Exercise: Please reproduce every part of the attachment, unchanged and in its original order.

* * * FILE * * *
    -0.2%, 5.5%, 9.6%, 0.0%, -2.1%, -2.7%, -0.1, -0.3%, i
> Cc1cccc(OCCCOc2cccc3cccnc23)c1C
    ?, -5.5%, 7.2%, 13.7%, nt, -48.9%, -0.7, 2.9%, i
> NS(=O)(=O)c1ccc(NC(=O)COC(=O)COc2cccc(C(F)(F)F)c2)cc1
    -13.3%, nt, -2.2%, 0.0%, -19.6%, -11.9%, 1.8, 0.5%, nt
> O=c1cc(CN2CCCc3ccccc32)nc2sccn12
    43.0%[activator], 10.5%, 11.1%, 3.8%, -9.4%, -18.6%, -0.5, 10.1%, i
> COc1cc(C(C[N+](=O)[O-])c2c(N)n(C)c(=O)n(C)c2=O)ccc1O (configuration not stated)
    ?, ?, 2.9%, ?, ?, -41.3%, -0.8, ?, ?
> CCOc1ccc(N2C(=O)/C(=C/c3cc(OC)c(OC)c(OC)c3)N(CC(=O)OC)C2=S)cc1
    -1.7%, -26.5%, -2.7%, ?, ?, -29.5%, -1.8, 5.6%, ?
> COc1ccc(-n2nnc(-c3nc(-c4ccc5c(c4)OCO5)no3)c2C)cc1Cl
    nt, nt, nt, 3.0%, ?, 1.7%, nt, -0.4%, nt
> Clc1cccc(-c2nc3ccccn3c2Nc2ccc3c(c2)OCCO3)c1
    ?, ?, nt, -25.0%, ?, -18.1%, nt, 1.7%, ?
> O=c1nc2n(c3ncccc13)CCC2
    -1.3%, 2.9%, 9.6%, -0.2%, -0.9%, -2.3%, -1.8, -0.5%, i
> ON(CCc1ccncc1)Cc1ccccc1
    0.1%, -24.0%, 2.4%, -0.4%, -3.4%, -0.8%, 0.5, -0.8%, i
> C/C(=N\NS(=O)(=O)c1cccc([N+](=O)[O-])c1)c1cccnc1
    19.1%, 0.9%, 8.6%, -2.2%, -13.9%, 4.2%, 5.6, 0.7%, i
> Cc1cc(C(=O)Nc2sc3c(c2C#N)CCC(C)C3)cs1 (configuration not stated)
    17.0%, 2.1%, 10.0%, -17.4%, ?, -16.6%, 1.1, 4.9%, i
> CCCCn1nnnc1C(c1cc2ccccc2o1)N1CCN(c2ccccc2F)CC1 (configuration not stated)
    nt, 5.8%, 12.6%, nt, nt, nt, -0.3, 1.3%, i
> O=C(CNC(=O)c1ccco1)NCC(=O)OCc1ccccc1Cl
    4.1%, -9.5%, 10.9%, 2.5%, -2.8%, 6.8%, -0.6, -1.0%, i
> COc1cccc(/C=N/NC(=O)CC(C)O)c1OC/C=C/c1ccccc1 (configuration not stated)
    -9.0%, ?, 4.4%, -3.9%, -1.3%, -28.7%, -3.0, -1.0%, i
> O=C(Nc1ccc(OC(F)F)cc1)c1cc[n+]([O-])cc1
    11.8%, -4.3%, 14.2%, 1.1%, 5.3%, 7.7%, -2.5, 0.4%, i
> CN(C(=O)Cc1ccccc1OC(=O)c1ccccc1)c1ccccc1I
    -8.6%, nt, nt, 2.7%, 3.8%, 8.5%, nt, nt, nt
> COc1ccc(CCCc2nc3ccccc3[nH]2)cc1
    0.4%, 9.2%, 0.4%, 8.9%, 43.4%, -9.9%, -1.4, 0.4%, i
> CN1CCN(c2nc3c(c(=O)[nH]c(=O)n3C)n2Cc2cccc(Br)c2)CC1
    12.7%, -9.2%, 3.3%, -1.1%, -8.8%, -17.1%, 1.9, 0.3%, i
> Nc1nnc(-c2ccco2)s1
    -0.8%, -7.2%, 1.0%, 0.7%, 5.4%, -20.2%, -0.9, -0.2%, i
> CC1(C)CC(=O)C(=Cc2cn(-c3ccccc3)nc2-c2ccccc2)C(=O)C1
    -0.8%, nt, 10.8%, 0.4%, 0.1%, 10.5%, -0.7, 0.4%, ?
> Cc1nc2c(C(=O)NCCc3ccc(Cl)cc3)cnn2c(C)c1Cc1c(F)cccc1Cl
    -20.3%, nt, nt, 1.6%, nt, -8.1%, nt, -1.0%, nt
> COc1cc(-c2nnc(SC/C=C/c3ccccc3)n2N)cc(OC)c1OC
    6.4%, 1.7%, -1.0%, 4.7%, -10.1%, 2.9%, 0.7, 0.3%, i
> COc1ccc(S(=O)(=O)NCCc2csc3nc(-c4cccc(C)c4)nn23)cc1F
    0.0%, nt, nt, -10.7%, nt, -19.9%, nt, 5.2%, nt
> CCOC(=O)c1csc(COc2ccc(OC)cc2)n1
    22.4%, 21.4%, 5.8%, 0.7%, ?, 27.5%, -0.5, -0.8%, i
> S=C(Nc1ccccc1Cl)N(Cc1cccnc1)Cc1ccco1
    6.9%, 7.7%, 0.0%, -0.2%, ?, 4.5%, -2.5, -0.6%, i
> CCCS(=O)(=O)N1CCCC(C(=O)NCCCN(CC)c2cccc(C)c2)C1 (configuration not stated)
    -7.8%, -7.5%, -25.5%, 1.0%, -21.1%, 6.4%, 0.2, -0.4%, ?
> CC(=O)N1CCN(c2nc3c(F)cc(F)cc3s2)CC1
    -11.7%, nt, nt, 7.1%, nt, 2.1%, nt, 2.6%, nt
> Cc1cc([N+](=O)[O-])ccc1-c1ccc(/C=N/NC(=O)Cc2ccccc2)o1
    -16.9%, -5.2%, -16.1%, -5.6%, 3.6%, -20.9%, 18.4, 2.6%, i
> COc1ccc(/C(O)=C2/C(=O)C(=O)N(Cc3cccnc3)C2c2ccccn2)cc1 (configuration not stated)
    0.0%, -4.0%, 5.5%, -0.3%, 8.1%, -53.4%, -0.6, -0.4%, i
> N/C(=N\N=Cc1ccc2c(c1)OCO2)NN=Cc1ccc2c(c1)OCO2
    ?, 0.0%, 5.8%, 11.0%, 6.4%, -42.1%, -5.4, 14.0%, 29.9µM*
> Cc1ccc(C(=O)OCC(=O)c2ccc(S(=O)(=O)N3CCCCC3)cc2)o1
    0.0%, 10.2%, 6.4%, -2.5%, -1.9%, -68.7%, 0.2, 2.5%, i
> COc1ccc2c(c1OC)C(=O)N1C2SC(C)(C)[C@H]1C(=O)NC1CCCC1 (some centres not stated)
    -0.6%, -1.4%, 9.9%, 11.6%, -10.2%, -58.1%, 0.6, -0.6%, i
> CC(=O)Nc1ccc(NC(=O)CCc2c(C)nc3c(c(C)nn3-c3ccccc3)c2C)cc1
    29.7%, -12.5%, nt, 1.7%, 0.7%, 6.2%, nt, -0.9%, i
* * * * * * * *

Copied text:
    -0.2%, 5.5%, 9.6%, 0.0%, -2.1%, -2.7%, -0.1, -0.3%, i
> Cc1cccc(OCCCOc2cccc3cccnc23)c1C
    ?, -5.5%, 7.2%, 13.7%, nt, -48.9%, -0.7, 2.9%, i
> NS(=O)(=O)c1ccc(NC(=O)COC(=O)COc2cccc(C(F)(F)F)c2)cc1
    -13.3%, nt, -2.2%, 0.0%, -19.6%, -11.9%, 1.8, 0.5%, nt
> O=c1cc(CN2CCCc3ccccc32)nc2sccn12
    43.0%[activator], 10.5%, 11.1%, 3.8%, -9.4%, -18.6%, -0.5, 10.1%, i
> COc1cc(C(C[N+](=O)[O-])c2c(N)n(C)c(=O)n(C)c2=O)ccc1O (configuration not stated)
    ?, ?, 2.9%, ?, ?, -41.3%, -0.8, ?, ?
> CCOc1ccc(N2C(=O)/C(=C/c3cc(OC)c(OC)c(OC)c3)N(CC(=O)OC)C2=S)cc1
    -1.7%, -26.5%, -2.7%, ?, ?, -29.5%, -1.8, 5.6%, ?
> COc1ccc(-n2nnc(-c3nc(-c4ccc5c(c4)OCO5)no3)c2C)cc1Cl
    nt, nt, nt, 3.0%, ?, 1.7%, nt, -0.4%, nt
> Clc1cccc(-c2nc3ccccn3c2Nc2ccc3c(c2)OCCO3)c1
    ?, ?, nt, -25.0%, ?, -18.1%, nt, 1.7%, ?
> O=c1nc2n(c3ncccc13)CCC2
    -1.3%, 2.9%, 9.6%, -0.2%, -0.9%, -2.3%, -1.8, -0.5%, i
> ON(CCc1ccncc1)Cc1ccccc1
    0.1%, -24.0%, 2.4%, -0.4%, -3.4%, -0.8%, 0.5, -0.8%, i
> C/C(=N\NS(=O)(=O)c1cccc([N+](=O)[O-])c1)c1cccnc1
    19.1%, 0.9%, 8.6%, -2.2%, -13.9%, 4.2%, 5.6, 0.7%, i
> Cc1cc(C(=O)Nc2sc3c(c2C#N)CCC(C)C3)cs1 (configuration not stated)
    17.0%, 2.1%, 10.0%, -17.4%, ?, -16.6%, 1.1, 4.9%, i
> CCCCn1nnnc1C(c1cc2ccccc2o1)N1CCN(c2ccccc2F)CC1 (configuration not stated)
    nt, 5.8%, 12.6%, nt, nt, nt, -0.3, 1.3%, i
> O=C(CNC(=O)c1ccco1)NCC(=O)OCc1ccccc1Cl
    4.1%, -9.5%, 10.9%, 2.5%, -2.8%, 6.8%, -0.6, -1.0%, i
> COc1cccc(/C=N/NC(=O)CC(C)O)c1OC/C=C/c1ccccc1 (configuration not stated)
    -9.0%, ?, 4.4%, -3.9%, -1.3%, -28.7%, -3.0, -1.0%, i
> O=C(Nc1ccc(OC(F)F)cc1)c1cc[n+]([O-])cc1
    11.8%, -4.3%, 14.2%, 1.1%, 5.3%, 7.7%, -2.5, 0.4%, i
> CN(C(=O)Cc1ccccc1OC(=O)c1ccccc1)c1ccccc1I
    -8.6%, nt, nt, 2.7%, 3.8%, 8.5%, nt, nt, nt
> COc1ccc(CCCc2nc3ccccc3[nH]2)cc1
    0.4%, 9.2%, 0.4%, 8.9%, 43.4%, -9.9%, -1.4, 0.4%, i
> CN1CCN(c2nc3c(c(=O)[nH]c(=O)n3C)n2Cc2cccc(Br)c2)CC1
    12.7%, -9.2%, 3.3%, -1.1%, -8.8%, -17.1%, 1.9, 0.3%, i
> Nc1nnc(-c2ccco2)s1
    -0.8%, -7.2%, 1.0%, 0.7%, 5.4%, -20.2%, -0.9, -0.2%, i
> CC1(C)CC(=O)C(=Cc2cn(-c3ccccc3)nc2-c2ccccc2)C(=O)C1
    -0.8%, nt, 10.8%, 0.4%, 0.1%, 10.5%, -0.7, 0.4%, ?
> Cc1nc2c(C(=O)NCCc3ccc(Cl)cc3)cnn2c(C)c1Cc1c(F)cccc1Cl
    -20.3%, nt, nt, 1.6%, nt, -8.1%, nt, -1.0%, nt
> COc1cc(-c2nnc(SC/C=C/c3ccccc3)n2N)cc(OC)c1OC
    6.4%, 1.7%, -1.0%, 4.7%, -10.1%, 2.9%, 0.7, 0.3%, i
> COc1ccc(S(=O)(=O)NCCc2csc3nc(-c4cccc(C)c4)nn23)cc1F
    0.0%, nt, nt, -10.7%, nt, -19.9%, nt, 5.2%, nt
> CCOC(=O)c1csc(COc2ccc(OC)cc2)n1
    22.4%, 21.4%, 5.8%, 0.7%, ?, 27.5%, -0.5, -0.8%, i
> S=C(Nc1ccccc1Cl)N(Cc1cccnc1)Cc1ccco1
    6.9%, 7.7%, 0.0%, -0.2%, ?, 4.5%, -2.5, -0.6%, i
> CCCS(=O)(=O)N1CCCC(C(=O)NCCCN(CC)c2cccc(C)c2)C1 (configuration not stated)
    -7.8%, -7.5%, -25.5%, 1.0%, -21.1%, 6.4%, 0.2, -0.4%, ?
> CC(=O)N1CCN(c2nc3c(F)cc(F)cc3s2)CC1
    -11.7%, nt, nt, 7.1%, nt, 2.1%, nt, 2.6%, nt
> Cc1cc([N+](=O)[O-])ccc1-c1ccc(/C=N/NC(=O)Cc2ccccc2)o1
    -16.9%, -5.2%, -16.1%, -5.6%, 3.6%, -20.9%, 18.4, 2.6%, i
> COc1ccc(/C(O)=C2/C(=O)C(=O)N(Cc3cccnc3)C2c2ccccn2)cc1 (configuration not stated)
    0.0%, -4.0%, 5.5%, -0.3%, 8.1%, -53.4%, -0.6, -0.4%, i
> N/C(=N\N=Cc1ccc2c(c1)OCO2)NN=Cc1ccc2c(c1)OCO2
    ?, 0.0%, 5.8%, 11.0%, 6.4%, -42.1%, -5.4, 14.0%, 29.9µM*
> Cc1ccc(C(=O)OCC(=O)c2ccc(S(=O)(=O)N3CCCCC3)cc2)o1
    0.0%, 10.2%, 6.4%, -2.5%, -1.9%, -68.7%, 0.2, 2.5%, i
> COc1ccc2c(c1OC)C(=O)N1C2SC(C)(C)[C@H]1C(=O)NC1CCCC1 (some centres not stated)
    -0.6%, -1.4%, 9.9%, 11.6%, -10.2%, -58.1%, 0.6, -0.6%, i
> CC(=O)Nc1ccc(NC(=O)CCc2c(C)nc3c(c(C)nn3-c3ccccc3)c2C)cc1
    29.7%, -12.5%, nt, 1.7%, 0.7%, 6.2%, nt, -0.9%, i